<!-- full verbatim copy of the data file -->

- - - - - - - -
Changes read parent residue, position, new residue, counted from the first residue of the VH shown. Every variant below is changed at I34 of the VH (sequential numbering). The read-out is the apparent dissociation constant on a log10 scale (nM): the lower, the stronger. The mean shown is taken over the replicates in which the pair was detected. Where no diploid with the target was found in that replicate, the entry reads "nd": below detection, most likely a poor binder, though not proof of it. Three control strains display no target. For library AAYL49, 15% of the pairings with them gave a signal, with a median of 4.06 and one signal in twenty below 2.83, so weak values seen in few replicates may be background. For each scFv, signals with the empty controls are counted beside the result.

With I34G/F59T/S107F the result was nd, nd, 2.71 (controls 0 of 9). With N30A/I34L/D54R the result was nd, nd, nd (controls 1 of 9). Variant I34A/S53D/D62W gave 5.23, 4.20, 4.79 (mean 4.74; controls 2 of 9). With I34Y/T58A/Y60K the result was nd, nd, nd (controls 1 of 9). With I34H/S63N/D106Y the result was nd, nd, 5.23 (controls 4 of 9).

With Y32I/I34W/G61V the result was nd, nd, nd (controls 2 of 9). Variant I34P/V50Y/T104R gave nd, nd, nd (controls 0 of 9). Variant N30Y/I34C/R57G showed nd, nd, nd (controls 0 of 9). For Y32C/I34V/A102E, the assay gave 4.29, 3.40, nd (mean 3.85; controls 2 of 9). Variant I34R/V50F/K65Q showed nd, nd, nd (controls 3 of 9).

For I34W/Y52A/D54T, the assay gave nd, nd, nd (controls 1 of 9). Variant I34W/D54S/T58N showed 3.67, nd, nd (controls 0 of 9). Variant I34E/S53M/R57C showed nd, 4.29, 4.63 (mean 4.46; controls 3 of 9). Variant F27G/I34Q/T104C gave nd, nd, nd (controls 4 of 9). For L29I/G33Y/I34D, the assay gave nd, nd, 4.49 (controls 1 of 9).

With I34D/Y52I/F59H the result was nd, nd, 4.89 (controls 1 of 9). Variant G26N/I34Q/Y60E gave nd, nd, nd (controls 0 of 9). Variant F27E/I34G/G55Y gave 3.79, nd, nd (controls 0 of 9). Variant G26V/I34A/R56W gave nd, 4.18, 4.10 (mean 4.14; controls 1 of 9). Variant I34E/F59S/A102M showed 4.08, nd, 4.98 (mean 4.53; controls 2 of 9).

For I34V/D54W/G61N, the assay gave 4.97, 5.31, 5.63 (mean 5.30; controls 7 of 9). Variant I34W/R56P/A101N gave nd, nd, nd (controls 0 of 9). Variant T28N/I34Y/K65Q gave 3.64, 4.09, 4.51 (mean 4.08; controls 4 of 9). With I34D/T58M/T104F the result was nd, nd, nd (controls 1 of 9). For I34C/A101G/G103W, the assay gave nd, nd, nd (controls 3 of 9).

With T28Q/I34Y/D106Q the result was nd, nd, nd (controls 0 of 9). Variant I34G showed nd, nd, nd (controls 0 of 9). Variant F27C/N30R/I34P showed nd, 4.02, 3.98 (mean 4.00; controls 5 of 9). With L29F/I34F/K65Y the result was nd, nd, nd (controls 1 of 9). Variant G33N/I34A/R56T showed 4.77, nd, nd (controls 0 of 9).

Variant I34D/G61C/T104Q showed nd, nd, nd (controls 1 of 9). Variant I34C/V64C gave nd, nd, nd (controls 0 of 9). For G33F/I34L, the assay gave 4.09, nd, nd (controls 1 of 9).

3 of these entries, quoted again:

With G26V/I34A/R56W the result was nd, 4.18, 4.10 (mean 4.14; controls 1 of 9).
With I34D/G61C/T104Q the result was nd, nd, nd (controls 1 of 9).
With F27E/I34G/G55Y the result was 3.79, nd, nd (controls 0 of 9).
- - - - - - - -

Changes read parent residue, position, new residue, counted from the first residue of the VH shown. Every variant below is changed at I34 of the VH (sequential numbering). The read-out is the apparent dissociation constant on a log10 scale (nM): the lower, the stronger. The mean shown is taken over the replicates in which the pair was detected. Where no diploid with the target was found in that replicate, the entry reads "nd": below detection, most likely a poor binder, though not proof of it. Three control strains display no target. For library AAYL49, 15% of the pairings with them gave a signal, with a median of 4.06 and one signal in twenty below 2.83, so weak values seen in few replicates may be background. For each scFv, signals with the empty controls are counted beside the result.

With I34G/F59T/S107F the result was nd, nd, 2.71 (controls 0 of 9). With N30A/I34L/D54R the result was nd, nd, nd (controls 1 of 9). Variant I34A/S53D/D62W gave 5.23, 4.20, 4.79 (mean 4.74; controls 2 of 9). With I34Y/T58A/Y60K the result was nd, nd, nd (controls 1 of 9). With I34H/S63N/D106Y the result was nd, nd, 5.23 (controls 4 of 9).

With Y32I/I34W/G61V the result was nd, nd, nd (controls 2 of 9). Variant I34P/V50Y/T104R gave nd, nd, nd (controls 0 of 9). Variant N30Y/I34C/R57G showed nd, nd, nd (controls 0 of 9). For Y32C/I34V/A102E, the assay gave 4.29, 3.40, nd (mean 3.85; controls 2 of 9). Variant I34R/V50F/K65Q showed nd, nd, nd (controls 3 of 9).

For I34W/Y52A/D54T, the assay gave nd, nd, nd (controls 1 of 9). Variant I34W/D54S/T58N showed 3.67, nd, nd (controls 0 of 9). Variant I34E/S53M/R57C showed nd, 4.29, 4.63 (mean 4.46; controls 3 of 9). Variant F27G/I34Q/T104C gave nd, nd, nd (controls 4 of 9). For L29I/G33Y/I34D, the assay gave nd, nd, 4.49 (controls 1 of 9).

With I34D/Y52I/F59H the result was nd, nd, 4.89 (controls 1 of 9). Variant G26N/I34Q/Y60E gave nd, nd, nd (controls 0 of 9). Variant F27E/I34G/G55Y gave 3.79, nd, nd (controls 0 of 9). Variant G26V/I34A/R56W gave nd, 4.18, 4.10 (mean 4.14; controls 1 of 9). Variant I34E/F59S/A102M showed 4.08, nd, 4.98 (mean 4.53; controls 2 of 9).

For I34V/D54W/G61N, the assay gave 4.97, 5.31, 5.63 (mean 5.30; controls 7 of 9). Variant I34W/R56P/A101N gave nd, nd, nd (controls 0 of 9). Variant T28N/I34Y/K65Q gave 3.64, 4.09, 4.51 (mean 4.08; controls 4 of 9). With I34D/T58M/T104F the result was nd, nd, nd (controls 1 of 9). For I34C/A101G/G103W, the assay gave nd, nd, nd (controls 3 of 9).

With T28Q/I34Y/D106Q the result was nd, nd, nd (controls 0 of 9). Variant I34G showed nd, nd, nd (controls 0 of 9). Variant F27C/N30R/I34P showed nd, 4.02, 3.98 (mean 4.00; controls 5 of 9). With L29F/I34F/K65Y the result was nd, nd, nd (controls 1 of 9). Variant G33N/I34A/R56T showed 4.77, nd, nd (controls 0 of 9).

Variant I34D/G61C/T104Q showed nd, nd, nd (controls 1 of 9). Variant I34C/V64C gave nd, nd, nd (controls 0 of 9). For G33F/I34L, the assay gave 4.09, nd, nd (controls 1 of 9).

3 of these entries, quoted again:

With G26V/I34A/R56W the result was nd, 4.18, 4.10 (mean 4.14; controls 1 of 9).
With I34D/G61C/T104Q the result was nd, nd, nd (controls 1 of 9).
With F27E/I34G/G55Y the result was 3.79, nd, nd (controls 0 of 9).